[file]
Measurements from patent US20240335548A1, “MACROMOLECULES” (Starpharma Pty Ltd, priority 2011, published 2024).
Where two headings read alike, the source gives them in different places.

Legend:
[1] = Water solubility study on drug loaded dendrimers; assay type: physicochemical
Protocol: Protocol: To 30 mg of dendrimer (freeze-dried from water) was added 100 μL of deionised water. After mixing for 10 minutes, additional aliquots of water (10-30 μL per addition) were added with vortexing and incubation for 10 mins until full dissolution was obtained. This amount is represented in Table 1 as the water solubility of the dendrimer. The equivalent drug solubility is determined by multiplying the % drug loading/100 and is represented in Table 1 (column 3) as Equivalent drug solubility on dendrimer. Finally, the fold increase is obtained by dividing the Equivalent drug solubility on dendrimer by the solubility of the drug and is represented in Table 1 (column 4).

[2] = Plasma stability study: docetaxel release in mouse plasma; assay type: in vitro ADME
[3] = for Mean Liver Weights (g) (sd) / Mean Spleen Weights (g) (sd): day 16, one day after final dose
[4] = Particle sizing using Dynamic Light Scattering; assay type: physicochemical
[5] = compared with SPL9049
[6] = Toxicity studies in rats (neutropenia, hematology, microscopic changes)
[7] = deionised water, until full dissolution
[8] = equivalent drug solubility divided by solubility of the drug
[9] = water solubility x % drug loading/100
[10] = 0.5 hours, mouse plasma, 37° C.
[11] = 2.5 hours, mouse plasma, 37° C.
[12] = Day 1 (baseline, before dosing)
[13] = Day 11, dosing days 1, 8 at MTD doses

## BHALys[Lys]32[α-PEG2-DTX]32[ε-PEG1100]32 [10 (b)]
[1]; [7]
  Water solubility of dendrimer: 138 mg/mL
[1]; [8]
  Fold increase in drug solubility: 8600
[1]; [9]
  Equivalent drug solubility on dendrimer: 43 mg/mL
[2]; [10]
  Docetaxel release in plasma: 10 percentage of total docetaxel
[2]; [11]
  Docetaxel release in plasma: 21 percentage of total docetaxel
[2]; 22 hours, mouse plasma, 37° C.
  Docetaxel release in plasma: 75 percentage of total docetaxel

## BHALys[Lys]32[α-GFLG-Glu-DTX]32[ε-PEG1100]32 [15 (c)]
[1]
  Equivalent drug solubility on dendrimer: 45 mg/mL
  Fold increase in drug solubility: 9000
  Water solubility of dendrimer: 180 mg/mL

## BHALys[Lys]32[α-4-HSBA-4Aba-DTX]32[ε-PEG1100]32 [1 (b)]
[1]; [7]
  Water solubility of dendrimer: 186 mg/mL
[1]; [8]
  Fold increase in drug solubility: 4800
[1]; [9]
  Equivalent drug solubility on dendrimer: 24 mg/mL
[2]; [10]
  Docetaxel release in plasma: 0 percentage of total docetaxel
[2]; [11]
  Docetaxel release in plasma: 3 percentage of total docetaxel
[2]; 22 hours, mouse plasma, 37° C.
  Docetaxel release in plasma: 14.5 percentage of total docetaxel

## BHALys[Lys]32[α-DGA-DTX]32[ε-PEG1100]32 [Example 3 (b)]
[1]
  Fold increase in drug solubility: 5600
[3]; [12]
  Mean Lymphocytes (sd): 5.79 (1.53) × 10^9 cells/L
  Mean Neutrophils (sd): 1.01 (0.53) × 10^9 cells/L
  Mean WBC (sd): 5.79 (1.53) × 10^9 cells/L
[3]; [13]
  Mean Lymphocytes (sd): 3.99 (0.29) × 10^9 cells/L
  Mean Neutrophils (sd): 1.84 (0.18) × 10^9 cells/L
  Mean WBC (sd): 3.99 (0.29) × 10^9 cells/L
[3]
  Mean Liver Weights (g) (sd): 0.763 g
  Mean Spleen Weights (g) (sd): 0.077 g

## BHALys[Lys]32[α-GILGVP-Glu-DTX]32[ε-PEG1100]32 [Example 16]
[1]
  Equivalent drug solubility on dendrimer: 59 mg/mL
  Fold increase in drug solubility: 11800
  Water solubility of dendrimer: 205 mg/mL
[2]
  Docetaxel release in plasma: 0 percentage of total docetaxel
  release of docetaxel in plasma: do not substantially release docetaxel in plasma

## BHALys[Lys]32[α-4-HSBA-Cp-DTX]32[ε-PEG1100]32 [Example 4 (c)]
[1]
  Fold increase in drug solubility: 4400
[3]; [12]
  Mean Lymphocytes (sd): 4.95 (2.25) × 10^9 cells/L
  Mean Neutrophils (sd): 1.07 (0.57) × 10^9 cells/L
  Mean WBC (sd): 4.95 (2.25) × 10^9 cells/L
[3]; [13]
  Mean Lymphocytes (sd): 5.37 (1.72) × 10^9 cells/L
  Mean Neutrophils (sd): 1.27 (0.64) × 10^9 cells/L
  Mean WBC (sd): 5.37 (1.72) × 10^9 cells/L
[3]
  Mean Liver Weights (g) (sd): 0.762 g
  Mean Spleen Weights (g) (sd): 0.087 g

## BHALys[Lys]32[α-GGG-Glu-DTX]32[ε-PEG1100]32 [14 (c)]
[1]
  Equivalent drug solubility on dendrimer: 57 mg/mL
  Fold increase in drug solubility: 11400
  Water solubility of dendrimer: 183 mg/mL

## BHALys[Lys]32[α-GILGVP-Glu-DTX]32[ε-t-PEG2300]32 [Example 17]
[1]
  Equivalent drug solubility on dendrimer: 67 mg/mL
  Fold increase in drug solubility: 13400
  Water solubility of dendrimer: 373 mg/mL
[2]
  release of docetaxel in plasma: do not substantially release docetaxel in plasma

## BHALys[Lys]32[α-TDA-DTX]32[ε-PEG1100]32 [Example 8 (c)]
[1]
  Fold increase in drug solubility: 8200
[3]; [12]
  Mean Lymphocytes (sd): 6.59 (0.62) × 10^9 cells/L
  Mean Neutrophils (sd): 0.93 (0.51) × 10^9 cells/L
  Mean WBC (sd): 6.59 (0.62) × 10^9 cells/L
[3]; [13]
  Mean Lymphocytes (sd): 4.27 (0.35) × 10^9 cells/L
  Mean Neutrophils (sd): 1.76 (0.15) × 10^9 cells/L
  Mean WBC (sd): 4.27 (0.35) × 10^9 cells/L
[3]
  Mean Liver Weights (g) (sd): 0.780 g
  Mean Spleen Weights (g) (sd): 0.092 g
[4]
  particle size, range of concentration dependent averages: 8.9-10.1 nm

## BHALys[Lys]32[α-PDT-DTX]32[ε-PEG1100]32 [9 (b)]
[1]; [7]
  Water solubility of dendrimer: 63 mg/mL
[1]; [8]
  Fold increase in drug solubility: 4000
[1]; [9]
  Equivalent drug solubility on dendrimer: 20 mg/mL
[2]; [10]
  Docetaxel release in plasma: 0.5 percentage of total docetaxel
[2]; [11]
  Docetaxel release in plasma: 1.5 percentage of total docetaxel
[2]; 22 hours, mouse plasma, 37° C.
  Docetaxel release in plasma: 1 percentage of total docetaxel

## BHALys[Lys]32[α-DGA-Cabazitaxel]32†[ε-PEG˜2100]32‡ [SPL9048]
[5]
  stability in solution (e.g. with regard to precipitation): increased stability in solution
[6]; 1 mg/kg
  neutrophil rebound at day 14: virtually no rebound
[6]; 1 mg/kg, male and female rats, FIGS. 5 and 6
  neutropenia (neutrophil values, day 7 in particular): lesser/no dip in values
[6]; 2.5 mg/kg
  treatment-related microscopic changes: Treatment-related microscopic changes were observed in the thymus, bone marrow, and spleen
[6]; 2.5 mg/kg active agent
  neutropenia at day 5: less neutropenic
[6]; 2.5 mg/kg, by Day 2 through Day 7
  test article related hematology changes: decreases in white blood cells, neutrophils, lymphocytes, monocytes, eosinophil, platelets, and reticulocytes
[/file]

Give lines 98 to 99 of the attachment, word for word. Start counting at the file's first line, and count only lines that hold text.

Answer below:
[1]
  Fold increase in drug solubility: 8200